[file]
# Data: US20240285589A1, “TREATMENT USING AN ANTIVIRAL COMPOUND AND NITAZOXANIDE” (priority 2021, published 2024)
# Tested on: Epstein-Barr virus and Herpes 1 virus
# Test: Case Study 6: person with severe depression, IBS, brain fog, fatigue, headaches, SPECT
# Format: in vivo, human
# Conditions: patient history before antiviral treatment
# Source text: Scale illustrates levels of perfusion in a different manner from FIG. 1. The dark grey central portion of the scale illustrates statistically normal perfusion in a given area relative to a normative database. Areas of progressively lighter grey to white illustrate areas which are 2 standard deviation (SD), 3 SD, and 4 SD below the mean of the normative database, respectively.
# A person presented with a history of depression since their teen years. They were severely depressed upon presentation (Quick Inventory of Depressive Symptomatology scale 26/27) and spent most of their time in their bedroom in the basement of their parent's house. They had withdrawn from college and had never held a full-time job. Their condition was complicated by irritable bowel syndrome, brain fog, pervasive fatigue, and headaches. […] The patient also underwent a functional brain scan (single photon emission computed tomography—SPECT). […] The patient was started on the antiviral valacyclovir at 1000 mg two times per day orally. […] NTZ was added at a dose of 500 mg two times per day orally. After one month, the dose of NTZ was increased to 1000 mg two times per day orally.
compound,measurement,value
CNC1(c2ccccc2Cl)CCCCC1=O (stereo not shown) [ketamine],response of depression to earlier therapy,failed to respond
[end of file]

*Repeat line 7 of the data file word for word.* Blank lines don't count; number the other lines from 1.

# A person presented with a history of depression since their teen years. They were severely depressed upon presentation (Quick Inventory of Depressive Symptomatology scale 26/27) and spent most of their time in their bedroom in the basement of their parent's house. They had withdrawn from college and had never held a full-time job. Their condition was complicated by irritable bowel syndrome, brain fog, pervasive fatigue, and headaches. […] The patient also underwent a functional brain scan (single photon emission computed tomography—SPECT). […] The patient was started on the antiviral valacyclovir at 1000 mg two times per day orally. […] NTZ was added at a dose of 500 mg two times per day orally. After one month, the dose of NTZ was increased to 1000 mg two times per day orally.